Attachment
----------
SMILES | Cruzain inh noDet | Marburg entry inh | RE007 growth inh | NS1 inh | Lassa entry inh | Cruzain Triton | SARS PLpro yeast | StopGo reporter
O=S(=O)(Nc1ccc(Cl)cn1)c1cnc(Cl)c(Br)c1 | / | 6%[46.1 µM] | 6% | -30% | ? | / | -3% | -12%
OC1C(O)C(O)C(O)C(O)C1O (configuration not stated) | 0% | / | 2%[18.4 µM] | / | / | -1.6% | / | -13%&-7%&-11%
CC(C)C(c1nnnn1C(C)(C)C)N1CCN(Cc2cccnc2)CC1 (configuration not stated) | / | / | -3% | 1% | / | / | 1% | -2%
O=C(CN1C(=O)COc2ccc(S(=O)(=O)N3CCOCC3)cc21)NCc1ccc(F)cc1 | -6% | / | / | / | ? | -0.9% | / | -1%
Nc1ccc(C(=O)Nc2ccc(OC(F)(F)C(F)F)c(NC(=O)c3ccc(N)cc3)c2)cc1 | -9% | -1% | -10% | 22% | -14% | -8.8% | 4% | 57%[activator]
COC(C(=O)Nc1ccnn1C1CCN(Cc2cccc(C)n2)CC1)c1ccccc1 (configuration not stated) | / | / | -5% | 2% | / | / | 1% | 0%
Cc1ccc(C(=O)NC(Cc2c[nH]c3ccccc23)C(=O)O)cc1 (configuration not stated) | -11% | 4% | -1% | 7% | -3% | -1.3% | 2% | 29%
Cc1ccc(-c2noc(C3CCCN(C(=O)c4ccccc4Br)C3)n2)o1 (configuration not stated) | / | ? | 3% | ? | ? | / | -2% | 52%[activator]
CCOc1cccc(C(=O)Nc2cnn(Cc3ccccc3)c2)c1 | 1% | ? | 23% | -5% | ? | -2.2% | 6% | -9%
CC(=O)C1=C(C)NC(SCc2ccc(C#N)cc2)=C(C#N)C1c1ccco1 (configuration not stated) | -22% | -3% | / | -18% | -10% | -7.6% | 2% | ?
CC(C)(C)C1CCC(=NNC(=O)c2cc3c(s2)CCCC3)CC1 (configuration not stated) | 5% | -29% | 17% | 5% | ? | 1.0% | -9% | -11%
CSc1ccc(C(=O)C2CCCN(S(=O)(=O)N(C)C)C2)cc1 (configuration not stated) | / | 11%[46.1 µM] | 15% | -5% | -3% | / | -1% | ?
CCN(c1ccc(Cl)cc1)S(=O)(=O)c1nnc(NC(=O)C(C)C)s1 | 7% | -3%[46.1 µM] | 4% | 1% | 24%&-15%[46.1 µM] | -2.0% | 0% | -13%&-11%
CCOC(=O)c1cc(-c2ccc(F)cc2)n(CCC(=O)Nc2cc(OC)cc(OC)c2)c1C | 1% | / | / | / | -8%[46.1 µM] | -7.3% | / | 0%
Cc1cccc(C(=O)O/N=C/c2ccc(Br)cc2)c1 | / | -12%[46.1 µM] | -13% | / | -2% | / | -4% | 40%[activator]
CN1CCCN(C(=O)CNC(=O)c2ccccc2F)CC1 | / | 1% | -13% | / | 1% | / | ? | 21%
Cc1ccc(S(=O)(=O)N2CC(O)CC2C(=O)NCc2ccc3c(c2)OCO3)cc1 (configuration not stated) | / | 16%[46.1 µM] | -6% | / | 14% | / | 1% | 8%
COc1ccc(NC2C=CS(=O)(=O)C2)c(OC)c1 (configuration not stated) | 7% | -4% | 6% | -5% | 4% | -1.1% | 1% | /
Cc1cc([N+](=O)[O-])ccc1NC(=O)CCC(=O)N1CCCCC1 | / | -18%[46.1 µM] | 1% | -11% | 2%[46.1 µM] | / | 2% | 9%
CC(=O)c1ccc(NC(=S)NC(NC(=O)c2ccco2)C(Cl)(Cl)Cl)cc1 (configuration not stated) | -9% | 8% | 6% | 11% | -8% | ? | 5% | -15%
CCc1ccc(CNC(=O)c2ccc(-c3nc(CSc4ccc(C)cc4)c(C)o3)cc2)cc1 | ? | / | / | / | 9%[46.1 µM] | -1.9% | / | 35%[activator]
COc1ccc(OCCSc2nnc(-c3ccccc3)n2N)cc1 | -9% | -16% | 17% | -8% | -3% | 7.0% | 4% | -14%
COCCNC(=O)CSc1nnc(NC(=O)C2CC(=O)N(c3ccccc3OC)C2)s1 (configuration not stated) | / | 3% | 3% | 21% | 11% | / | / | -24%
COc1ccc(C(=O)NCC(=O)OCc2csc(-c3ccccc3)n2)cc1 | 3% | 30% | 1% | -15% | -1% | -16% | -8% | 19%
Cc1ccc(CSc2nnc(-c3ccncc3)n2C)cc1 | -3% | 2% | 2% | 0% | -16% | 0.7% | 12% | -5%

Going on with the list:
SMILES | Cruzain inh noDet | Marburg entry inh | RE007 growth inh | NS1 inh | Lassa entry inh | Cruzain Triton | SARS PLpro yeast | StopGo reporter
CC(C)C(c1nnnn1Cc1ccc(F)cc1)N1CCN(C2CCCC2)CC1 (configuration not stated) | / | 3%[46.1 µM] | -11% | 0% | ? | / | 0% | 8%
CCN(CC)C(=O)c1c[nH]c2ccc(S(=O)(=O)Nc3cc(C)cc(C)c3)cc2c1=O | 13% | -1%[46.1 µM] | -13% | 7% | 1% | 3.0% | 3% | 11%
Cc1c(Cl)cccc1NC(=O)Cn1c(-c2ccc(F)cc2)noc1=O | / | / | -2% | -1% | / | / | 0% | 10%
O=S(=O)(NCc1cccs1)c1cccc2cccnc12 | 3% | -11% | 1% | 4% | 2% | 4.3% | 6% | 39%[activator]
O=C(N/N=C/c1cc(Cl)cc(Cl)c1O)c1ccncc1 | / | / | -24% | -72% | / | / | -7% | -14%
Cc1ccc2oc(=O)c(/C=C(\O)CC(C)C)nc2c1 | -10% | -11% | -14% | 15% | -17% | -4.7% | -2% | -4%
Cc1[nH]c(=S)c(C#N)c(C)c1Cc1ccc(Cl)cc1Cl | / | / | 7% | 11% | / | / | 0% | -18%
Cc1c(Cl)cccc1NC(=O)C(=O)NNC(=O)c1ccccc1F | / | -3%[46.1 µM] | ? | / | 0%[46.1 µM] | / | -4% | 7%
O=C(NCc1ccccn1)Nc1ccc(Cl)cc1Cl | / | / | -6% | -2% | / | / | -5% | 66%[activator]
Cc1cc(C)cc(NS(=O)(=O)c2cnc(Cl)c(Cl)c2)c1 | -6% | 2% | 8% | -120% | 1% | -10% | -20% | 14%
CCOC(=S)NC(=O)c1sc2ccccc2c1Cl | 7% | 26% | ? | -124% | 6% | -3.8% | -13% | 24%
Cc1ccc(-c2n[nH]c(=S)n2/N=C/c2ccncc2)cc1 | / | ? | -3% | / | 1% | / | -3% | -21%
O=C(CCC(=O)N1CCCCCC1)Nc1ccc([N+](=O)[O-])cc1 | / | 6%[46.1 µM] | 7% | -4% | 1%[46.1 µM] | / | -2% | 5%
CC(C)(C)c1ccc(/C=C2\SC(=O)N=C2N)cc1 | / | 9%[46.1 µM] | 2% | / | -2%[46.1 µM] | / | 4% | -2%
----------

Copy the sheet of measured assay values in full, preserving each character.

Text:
SMILES | Cruzain inh noDet | Marburg entry inh | RE007 growth inh | NS1 inh | Lassa entry inh | Cruzain Triton | SARS PLpro yeast | StopGo reporter
O=S(=O)(Nc1ccc(Cl)cn1)c1cnc(Cl)c(Br)c1 | / | 6%[46.1 µM] | 6% | -30% | ? | / | -3% | -12%
OC1C(O)C(O)C(O)C(O)C1O (configuration not stated) | 0% | / | 2%[18.4 µM] | / | / | -1.6% | / | -13%&-7%&-11%
CC(C)C(c1nnnn1C(C)(C)C)N1CCN(Cc2cccnc2)CC1 (configuration not stated) | / | / | -3% | 1% | / | / | 1% | -2%
O=C(CN1C(=O)COc2ccc(S(=O)(=O)N3CCOCC3)cc21)NCc1ccc(F)cc1 | -6% | / | / | / | ? | -0.9% | / | -1%
Nc1ccc(C(=O)Nc2ccc(OC(F)(F)C(F)F)c(NC(=O)c3ccc(N)cc3)c2)cc1 | -9% | -1% | -10% | 22% | -14% | -8.8% | 4% | 57%[activator]
COC(C(=O)Nc1ccnn1C1CCN(Cc2cccc(C)n2)CC1)c1ccccc1 (configuration not stated) | / | / | -5% | 2% | / | / | 1% | 0%
Cc1ccc(C(=O)NC(Cc2c[nH]c3ccccc23)C(=O)O)cc1 (configuration not stated) | -11% | 4% | -1% | 7% | -3% | -1.3% | 2% | 29%
Cc1ccc(-c2noc(C3CCCN(C(=O)c4ccccc4Br)C3)n2)o1 (configuration not stated) | / | ? | 3% | ? | ? | / | -2% | 52%[activator]
CCOc1cccc(C(=O)Nc2cnn(Cc3ccccc3)c2)c1 | 1% | ? | 23% | -5% | ? | -2.2% | 6% | -9%
CC(=O)C1=C(C)NC(SCc2ccc(C#N)cc2)=C(C#N)C1c1ccco1 (configuration not stated) | -22% | -3% | / | -18% | -10% | -7.6% | 2% | ?
CC(C)(C)C1CCC(=NNC(=O)c2cc3c(s2)CCCC3)CC1 (configuration not stated) | 5% | -29% | 17% | 5% | ? | 1.0% | -9% | -11%
CSc1ccc(C(=O)C2CCCN(S(=O)(=O)N(C)C)C2)cc1 (configuration not stated) | / | 11%[46.1 µM] | 15% | -5% | -3% | / | -1% | ?
CCN(c1ccc(Cl)cc1)S(=O)(=O)c1nnc(NC(=O)C(C)C)s1 | 7% | -3%[46.1 µM] | 4% | 1% | 24%&-15%[46.1 µM] | -2.0% | 0% | -13%&-11%
CCOC(=O)c1cc(-c2ccc(F)cc2)n(CCC(=O)Nc2cc(OC)cc(OC)c2)c1C | 1% | / | / | / | -8%[46.1 µM] | -7.3% | / | 0%
Cc1cccc(C(=O)O/N=C/c2ccc(Br)cc2)c1 | / | -12%[46.1 µM] | -13% | / | -2% | / | -4% | 40%[activator]
CN1CCCN(C(=O)CNC(=O)c2ccccc2F)CC1 | / | 1% | -13% | / | 1% | / | ? | 21%
Cc1ccc(S(=O)(=O)N2CC(O)CC2C(=O)NCc2ccc3c(c2)OCO3)cc1 (configuration not stated) | / | 16%[46.1 µM] | -6% | / | 14% | / | 1% | 8%
COc1ccc(NC2C=CS(=O)(=O)C2)c(OC)c1 (configuration not stated) | 7% | -4% | 6% | -5% | 4% | -1.1% | 1% | /
Cc1cc([N+](=O)[O-])ccc1NC(=O)CCC(=O)N1CCCCC1 | / | -18%[46.1 µM] | 1% | -11% | 2%[46.1 µM] | / | 2% | 9%
CC(=O)c1ccc(NC(=S)NC(NC(=O)c2ccco2)C(Cl)(Cl)Cl)cc1 (configuration not stated) | -9% | 8% | 6% | 11% | -8% | ? | 5% | -15%
CCc1ccc(CNC(=O)c2ccc(-c3nc(CSc4ccc(C)cc4)c(C)o3)cc2)cc1 | ? | / | / | / | 9%[46.1 µM] | -1.9% | / | 35%[activator]
COc1ccc(OCCSc2nnc(-c3ccccc3)n2N)cc1 | -9% | -16% | 17% | -8% | -3% | 7.0% | 4% | -14%
COCCNC(=O)CSc1nnc(NC(=O)C2CC(=O)N(c3ccccc3OC)C2)s1 (configuration not stated) | / | 3% | 3% | 21% | 11% | / | / | -24%
COc1ccc(C(=O)NCC(=O)OCc2csc(-c3ccccc3)n2)cc1 | 3% | 30% | 1% | -15% | -1% | -16% | -8% | 19%
Cc1ccc(CSc2nnc(-c3ccncc3)n2C)cc1 | -3% | 2% | 2% | 0% | -16% | 0.7% | 12% | -5%

Going on with the list:
SMILES | Cruzain inh noDet | Marburg entry inh | RE007 growth inh | NS1 inh | Lassa entry inh | Cruzain Triton | SARS PLpro yeast | StopGo reporter
CC(C)C(c1nnnn1Cc1ccc(F)cc1)N1CCN(C2CCCC2)CC1 (configuration not stated) | / | 3%[46.1 µM] | -11% | 0% | ? | / | 0% | 8%
CCN(CC)C(=O)c1c[nH]c2ccc(S(=O)(=O)Nc3cc(C)cc(C)c3)cc2c1=O | 13% | -1%[46.1 µM] | -13% | 7% | 1% | 3.0% | 3% | 11%
Cc1c(Cl)cccc1NC(=O)Cn1c(-c2ccc(F)cc2)noc1=O | / | / | -2% | -1% | / | / | 0% | 10%
O=S(=O)(NCc1cccs1)c1cccc2cccnc12 | 3% | -11% | 1% | 4% | 2% | 4.3% | 6% | 39%[activator]
O=C(N/N=C/c1cc(Cl)cc(Cl)c1O)c1ccncc1 | / | / | -24% | -72% | / | / | -7% | -14%
Cc1ccc2oc(=O)c(/C=C(\O)CC(C)C)nc2c1 | -10% | -11% | -14% | 15% | -17% | -4.7% | -2% | -4%
Cc1[nH]c(=S)c(C#N)c(C)c1Cc1ccc(Cl)cc1Cl | / | / | 7% | 11% | / | / | 0% | -18%
Cc1c(Cl)cccc1NC(=O)C(=O)NNC(=O)c1ccccc1F | / | -3%[46.1 µM] | ? | / | 0%[46.1 µM] | / | -4% | 7%
O=C(NCc1ccccn1)Nc1ccc(Cl)cc1Cl | / | / | -6% | -2% | / | / | -5% | 66%[activator]
Cc1cc(C)cc(NS(=O)(=O)c2cnc(Cl)c(Cl)c2)c1 | -6% | 2% | 8% | -120% | 1% | -10% | -20% | 14%
CCOC(=S)NC(=O)c1sc2ccccc2c1Cl | 7% | 26% | ? | -124% | 6% | -3.8% | -13% | 24%
Cc1ccc(-c2n[nH]c(=S)n2/N=C/c2ccncc2)cc1 | / | ? | -3% | / | 1% | / | -3% | -21%
O=C(CCC(=O)N1CCCCCC1)Nc1ccc([N+](=O)[O-])cc1 | / | 6%[46.1 µM] | 7% | -4% | 1%[46.1 µM] | / | -2% | 5%
CC(C)(C)c1ccc(/C=C2\SC(=O)N=C2N)cc1 | / | 9%[46.1 µM] | 2% | / | -2%[46.1 µM] | / | 4% | -2%